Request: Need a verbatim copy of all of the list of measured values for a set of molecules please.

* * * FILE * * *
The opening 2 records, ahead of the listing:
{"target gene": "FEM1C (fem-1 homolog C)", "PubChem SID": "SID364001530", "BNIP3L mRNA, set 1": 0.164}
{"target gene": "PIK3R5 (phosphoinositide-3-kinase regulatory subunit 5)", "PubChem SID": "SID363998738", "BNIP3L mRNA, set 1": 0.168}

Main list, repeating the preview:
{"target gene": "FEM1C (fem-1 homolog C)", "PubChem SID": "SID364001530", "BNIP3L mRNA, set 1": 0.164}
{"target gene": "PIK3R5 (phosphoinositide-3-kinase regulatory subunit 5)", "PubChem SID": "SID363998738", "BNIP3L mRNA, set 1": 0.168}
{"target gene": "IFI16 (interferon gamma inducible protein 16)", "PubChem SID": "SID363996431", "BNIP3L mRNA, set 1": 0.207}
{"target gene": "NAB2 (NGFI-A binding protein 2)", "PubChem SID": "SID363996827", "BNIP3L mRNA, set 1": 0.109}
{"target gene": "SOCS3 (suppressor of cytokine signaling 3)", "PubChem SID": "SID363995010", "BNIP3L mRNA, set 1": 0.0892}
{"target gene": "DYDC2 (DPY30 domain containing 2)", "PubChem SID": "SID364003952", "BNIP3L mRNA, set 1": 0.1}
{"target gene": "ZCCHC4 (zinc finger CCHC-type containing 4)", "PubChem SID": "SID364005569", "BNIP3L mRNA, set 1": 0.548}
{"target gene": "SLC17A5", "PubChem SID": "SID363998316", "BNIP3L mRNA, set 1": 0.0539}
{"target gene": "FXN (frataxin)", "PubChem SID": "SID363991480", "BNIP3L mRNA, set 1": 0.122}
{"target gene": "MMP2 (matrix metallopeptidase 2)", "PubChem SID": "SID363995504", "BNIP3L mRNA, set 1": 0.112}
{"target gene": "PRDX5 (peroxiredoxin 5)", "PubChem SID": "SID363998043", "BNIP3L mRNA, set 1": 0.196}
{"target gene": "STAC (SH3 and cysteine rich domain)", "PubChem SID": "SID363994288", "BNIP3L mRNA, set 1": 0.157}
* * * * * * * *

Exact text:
The opening 2 records, ahead of the listing:
{"target gene": "FEM1C (fem-1 homolog C)", "PubChem SID": "SID364001530", "BNIP3L mRNA, set 1": 0.164}
{"target gene": "PIK3R5 (phosphoinositide-3-kinase regulatory subunit 5)", "PubChem SID": "SID363998738", "BNIP3L mRNA, set 1": 0.168}

Main list, repeating the preview:
{"target gene": "FEM1C (fem-1 homolog C)", "PubChem SID": "SID364001530", "BNIP3L mRNA, set 1": 0.164}
{"target gene": "PIK3R5 (phosphoinositide-3-kinase regulatory subunit 5)", "PubChem SID": "SID363998738", "BNIP3L mRNA, set 1": 0.168}
{"target gene": "IFI16 (interferon gamma inducible protein 16)", "PubChem SID": "SID363996431", "BNIP3L mRNA, set 1": 0.207}
{"target gene": "NAB2 (NGFI-A binding protein 2)", "PubChem SID": "SID363996827", "BNIP3L mRNA, set 1": 0.109}
{"target gene": "SOCS3 (suppressor of cytokine signaling 3)", "PubChem SID": "SID363995010", "BNIP3L mRNA, set 1": 0.0892}
{"target gene": "DYDC2 (DPY30 domain containing 2)", "PubChem SID": "SID364003952", "BNIP3L mRNA, set 1": 0.1}
{"target gene": "ZCCHC4 (zinc finger CCHC-type containing 4)", "PubChem SID": "SID364005569", "BNIP3L mRNA, set 1": 0.548}
{"target gene": "SLC17A5", "PubChem SID": "SID363998316", "BNIP3L mRNA, set 1": 0.0539}
{"target gene": "FXN (frataxin)", "PubChem SID": "SID363991480", "BNIP3L mRNA, set 1": 0.122}
{"target gene": "MMP2 (matrix metallopeptidase 2)", "PubChem SID": "SID363995504", "BNIP3L mRNA, set 1": 0.112}
{"target gene": "PRDX5 (peroxiredoxin 5)", "PubChem SID": "SID363998043", "BNIP3L mRNA, set 1": 0.196}
{"target gene": "STAC (SH3 and cysteine rich domain)", "PubChem SID": "SID363994288", "BNIP3L mRNA, set 1": 0.157}